This book is a case study of one distressed post-industrial city struggling with various discontents, drawn from those who live there. Their stories illuminate how racism, Islamophobia and Islamism take hold, rendering the city emblematic of wider problems across the world today.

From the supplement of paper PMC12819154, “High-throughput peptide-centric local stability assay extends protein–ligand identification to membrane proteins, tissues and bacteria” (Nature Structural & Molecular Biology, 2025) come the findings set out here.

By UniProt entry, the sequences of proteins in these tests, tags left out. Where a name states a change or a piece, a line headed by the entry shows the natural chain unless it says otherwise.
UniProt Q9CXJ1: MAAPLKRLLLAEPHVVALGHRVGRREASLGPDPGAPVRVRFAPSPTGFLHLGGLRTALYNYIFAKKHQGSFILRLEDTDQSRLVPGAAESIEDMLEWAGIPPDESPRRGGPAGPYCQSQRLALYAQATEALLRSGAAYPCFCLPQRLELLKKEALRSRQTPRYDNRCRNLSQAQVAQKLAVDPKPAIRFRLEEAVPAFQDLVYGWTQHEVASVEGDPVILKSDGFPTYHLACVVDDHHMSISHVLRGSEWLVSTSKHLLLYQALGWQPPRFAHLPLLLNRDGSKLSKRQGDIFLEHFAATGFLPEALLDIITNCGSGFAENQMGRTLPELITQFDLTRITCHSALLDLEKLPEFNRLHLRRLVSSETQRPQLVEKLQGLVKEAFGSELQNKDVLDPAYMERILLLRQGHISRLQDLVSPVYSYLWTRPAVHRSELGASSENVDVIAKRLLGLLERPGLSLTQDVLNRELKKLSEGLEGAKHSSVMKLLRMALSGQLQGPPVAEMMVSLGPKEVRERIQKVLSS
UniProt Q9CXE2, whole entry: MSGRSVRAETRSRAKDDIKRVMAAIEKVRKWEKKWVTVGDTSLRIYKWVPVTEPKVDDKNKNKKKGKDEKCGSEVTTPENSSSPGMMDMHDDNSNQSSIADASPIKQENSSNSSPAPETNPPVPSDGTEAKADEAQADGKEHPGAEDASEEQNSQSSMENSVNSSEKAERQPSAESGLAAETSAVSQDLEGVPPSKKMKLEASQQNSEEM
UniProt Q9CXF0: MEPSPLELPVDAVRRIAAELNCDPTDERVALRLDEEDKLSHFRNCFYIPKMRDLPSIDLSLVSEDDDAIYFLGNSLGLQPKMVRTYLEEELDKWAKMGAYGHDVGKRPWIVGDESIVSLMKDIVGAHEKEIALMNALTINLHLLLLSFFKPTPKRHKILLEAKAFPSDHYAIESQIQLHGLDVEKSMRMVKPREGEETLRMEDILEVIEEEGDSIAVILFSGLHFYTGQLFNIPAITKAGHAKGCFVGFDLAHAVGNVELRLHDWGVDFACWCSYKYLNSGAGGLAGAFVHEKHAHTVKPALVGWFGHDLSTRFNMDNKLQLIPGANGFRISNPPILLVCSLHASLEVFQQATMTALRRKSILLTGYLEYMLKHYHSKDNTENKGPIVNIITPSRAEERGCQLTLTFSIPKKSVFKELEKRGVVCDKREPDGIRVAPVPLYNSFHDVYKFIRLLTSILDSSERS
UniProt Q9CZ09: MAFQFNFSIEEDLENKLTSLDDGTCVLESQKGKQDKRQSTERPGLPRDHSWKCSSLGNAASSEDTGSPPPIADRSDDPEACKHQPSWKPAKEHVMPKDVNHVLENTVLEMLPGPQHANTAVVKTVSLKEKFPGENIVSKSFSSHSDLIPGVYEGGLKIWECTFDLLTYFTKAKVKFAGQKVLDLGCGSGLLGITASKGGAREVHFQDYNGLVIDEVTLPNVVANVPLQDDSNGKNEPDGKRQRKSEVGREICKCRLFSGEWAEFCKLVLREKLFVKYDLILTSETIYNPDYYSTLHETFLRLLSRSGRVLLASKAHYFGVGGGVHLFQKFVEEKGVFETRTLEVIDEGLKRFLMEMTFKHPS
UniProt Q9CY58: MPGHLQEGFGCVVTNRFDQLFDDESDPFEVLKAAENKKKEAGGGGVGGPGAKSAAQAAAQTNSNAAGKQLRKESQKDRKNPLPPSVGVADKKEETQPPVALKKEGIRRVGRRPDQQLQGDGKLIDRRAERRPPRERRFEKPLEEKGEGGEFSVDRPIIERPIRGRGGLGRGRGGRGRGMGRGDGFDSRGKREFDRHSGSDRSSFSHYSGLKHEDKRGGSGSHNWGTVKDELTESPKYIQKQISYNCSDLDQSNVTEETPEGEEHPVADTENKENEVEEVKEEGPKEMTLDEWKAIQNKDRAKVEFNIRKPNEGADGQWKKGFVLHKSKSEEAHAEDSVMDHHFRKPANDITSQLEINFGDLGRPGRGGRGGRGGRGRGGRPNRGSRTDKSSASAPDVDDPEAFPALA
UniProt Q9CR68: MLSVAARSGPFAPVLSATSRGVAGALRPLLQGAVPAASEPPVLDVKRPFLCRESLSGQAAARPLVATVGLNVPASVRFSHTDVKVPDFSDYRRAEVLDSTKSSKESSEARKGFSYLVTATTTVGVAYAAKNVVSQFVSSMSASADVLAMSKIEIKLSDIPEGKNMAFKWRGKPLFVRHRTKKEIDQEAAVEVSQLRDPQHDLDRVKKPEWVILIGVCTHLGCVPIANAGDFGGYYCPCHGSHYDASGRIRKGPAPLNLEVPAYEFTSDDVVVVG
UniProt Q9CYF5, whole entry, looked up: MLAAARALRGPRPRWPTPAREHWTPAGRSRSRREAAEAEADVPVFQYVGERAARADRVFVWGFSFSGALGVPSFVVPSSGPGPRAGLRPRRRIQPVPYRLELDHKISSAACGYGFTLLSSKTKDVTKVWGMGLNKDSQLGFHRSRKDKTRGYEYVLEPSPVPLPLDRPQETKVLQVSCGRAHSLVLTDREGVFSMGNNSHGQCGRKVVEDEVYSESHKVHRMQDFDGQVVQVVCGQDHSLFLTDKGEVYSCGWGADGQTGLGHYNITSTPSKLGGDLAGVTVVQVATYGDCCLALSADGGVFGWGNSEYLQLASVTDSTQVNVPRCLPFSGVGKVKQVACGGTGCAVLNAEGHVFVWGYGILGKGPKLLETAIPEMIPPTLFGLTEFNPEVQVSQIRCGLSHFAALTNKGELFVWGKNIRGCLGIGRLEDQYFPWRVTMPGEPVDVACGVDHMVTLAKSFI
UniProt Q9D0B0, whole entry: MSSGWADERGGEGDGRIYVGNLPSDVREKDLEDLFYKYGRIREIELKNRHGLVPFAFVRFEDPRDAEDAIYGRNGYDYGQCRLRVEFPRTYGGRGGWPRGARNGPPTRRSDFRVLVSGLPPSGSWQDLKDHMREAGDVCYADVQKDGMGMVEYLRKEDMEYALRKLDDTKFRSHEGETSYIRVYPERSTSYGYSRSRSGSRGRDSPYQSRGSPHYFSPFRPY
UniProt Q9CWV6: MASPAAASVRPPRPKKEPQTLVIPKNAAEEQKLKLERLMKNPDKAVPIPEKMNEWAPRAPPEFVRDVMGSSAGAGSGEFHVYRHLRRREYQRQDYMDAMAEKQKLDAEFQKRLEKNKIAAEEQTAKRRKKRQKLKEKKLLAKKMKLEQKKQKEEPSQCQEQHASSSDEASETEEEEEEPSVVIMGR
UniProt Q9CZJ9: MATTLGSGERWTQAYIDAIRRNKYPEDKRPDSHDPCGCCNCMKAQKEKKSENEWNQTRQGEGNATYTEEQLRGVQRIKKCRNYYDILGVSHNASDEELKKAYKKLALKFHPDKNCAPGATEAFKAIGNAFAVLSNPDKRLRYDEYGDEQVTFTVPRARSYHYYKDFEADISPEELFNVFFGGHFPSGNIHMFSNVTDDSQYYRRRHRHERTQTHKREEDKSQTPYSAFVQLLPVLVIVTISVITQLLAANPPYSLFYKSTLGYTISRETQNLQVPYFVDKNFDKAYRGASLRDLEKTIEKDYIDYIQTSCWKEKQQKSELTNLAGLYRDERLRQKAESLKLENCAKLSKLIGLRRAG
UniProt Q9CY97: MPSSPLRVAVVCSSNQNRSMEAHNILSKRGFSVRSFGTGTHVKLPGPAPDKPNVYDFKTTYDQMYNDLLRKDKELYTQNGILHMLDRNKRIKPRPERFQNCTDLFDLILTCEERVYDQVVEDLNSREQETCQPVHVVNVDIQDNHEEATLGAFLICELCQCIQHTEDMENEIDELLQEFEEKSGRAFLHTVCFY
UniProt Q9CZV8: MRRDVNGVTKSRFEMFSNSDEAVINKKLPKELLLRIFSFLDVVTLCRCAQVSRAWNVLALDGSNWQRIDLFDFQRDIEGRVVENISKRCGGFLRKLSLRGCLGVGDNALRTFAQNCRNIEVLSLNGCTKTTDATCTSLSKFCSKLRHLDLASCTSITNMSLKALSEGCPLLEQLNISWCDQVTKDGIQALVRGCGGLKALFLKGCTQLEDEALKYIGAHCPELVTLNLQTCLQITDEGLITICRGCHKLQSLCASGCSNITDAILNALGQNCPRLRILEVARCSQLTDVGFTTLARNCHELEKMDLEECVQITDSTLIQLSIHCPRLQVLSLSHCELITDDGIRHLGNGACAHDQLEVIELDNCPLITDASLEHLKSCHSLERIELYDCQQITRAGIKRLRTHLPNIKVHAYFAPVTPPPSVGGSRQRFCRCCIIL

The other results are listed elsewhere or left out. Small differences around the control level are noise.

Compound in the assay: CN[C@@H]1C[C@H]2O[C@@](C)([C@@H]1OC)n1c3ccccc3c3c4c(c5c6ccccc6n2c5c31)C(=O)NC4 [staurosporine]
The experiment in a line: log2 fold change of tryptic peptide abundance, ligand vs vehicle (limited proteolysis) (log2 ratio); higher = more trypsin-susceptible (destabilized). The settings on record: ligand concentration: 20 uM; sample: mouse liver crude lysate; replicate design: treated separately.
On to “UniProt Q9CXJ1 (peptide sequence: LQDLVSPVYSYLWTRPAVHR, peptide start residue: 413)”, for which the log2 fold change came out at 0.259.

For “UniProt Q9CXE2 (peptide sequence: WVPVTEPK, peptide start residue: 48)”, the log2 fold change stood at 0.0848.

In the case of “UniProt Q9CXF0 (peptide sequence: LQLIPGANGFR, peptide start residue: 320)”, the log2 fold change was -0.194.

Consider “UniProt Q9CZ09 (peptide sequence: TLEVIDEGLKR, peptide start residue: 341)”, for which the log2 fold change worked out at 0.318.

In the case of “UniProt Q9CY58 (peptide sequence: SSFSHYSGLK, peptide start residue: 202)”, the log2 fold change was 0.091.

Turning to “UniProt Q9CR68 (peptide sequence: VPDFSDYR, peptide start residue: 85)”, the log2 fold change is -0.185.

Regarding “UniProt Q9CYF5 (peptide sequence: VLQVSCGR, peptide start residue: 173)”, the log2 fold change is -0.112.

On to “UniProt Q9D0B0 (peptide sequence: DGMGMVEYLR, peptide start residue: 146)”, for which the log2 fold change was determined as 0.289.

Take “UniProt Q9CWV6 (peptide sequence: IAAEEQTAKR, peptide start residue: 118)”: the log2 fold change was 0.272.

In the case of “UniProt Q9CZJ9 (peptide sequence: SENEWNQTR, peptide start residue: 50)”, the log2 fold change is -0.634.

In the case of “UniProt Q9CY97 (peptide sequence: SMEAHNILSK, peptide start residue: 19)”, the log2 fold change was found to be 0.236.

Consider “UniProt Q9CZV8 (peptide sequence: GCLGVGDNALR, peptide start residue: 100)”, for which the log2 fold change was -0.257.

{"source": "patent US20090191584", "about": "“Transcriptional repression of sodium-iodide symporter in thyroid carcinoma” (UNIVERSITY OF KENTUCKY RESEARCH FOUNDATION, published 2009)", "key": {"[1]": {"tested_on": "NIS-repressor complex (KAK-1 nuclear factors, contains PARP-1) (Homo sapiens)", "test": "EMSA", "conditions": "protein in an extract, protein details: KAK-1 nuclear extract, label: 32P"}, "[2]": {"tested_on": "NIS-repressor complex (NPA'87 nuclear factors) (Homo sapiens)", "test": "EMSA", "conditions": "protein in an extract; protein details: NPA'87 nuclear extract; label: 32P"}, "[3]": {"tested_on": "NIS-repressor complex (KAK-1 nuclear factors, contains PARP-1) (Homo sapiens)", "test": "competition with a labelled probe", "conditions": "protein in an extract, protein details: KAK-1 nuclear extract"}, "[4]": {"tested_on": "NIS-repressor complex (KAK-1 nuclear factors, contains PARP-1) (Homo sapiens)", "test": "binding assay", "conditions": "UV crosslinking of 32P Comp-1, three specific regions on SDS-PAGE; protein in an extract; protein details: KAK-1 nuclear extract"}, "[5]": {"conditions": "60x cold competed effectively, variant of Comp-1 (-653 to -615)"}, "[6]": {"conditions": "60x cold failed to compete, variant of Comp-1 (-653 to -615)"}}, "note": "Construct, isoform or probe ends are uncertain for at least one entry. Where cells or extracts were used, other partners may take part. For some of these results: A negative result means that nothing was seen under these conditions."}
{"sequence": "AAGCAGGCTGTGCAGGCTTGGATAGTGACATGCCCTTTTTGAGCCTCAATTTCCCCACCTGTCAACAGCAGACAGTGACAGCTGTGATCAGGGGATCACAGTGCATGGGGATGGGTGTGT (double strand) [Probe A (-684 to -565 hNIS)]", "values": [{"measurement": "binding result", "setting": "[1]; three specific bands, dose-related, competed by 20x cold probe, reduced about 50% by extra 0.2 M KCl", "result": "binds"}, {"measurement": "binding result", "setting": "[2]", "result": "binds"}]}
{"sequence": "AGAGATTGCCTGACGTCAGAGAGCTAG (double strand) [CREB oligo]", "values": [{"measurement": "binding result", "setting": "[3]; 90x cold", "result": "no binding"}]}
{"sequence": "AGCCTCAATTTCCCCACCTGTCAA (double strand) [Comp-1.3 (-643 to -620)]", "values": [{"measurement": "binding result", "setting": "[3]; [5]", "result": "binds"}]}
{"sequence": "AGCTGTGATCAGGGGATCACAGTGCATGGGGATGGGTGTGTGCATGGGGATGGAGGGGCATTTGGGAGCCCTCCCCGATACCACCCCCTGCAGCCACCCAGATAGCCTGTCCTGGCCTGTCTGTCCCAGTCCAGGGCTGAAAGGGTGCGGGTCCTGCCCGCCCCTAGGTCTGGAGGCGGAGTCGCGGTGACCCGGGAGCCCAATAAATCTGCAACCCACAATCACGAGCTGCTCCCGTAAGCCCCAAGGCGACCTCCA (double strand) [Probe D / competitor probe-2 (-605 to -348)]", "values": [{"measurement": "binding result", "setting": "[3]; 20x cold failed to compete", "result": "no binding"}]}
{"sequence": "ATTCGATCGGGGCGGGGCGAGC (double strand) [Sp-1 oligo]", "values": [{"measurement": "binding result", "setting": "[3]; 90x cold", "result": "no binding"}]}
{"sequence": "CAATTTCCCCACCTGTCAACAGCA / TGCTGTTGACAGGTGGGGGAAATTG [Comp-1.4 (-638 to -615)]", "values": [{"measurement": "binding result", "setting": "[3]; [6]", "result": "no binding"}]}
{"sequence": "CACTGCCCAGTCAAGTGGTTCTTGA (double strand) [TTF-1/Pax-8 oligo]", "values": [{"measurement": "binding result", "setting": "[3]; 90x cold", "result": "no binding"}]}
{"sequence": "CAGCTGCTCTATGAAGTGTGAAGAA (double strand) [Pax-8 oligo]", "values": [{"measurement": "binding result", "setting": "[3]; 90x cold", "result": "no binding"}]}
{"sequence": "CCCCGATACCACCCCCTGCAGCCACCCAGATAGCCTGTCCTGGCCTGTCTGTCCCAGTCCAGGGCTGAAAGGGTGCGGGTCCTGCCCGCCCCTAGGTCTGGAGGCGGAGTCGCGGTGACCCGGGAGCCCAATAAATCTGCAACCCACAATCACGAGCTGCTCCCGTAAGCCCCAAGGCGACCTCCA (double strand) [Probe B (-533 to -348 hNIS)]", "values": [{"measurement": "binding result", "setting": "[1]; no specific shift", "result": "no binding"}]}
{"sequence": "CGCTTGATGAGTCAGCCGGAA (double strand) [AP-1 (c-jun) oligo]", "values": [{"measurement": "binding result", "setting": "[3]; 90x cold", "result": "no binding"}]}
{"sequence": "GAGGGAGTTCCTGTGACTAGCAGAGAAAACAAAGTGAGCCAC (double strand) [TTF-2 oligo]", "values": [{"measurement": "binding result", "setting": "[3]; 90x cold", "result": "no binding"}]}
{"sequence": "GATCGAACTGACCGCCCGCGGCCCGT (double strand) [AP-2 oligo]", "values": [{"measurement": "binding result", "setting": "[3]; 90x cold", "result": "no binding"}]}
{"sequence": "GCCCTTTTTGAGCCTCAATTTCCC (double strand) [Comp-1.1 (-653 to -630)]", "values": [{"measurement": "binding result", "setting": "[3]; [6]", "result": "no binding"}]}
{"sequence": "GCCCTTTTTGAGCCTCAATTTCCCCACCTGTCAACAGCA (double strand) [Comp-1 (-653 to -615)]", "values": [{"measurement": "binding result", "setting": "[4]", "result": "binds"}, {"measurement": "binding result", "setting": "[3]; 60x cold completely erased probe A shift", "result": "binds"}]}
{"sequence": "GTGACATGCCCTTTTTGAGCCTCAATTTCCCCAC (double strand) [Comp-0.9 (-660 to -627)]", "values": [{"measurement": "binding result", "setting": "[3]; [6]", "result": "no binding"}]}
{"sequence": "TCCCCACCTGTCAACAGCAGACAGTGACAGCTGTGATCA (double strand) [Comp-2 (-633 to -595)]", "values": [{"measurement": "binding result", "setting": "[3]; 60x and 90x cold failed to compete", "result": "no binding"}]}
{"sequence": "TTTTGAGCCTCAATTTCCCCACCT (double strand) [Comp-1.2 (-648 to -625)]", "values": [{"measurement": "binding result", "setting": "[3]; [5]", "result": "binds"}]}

Introduction -- The problems defined: the personal as political, and the political as personal -- spaces of discontent; education, democracy and fundamentalism -- Distress in the city: connecting big and intimate worlds -- a power to illuminate: auto/biographical narrative research -- Abandonment: the state of the estate -- Disrespect and political education for the jihad -- The History Man and 'an experiment in democratic education' -- The autodidacts -- Resources of hope? Raymond Williams, the WEA, and universities -- Resources of hope: Lidice Shall Live - a local education curriculum -- Beyond the fragments: distress, recognition and a democratic education
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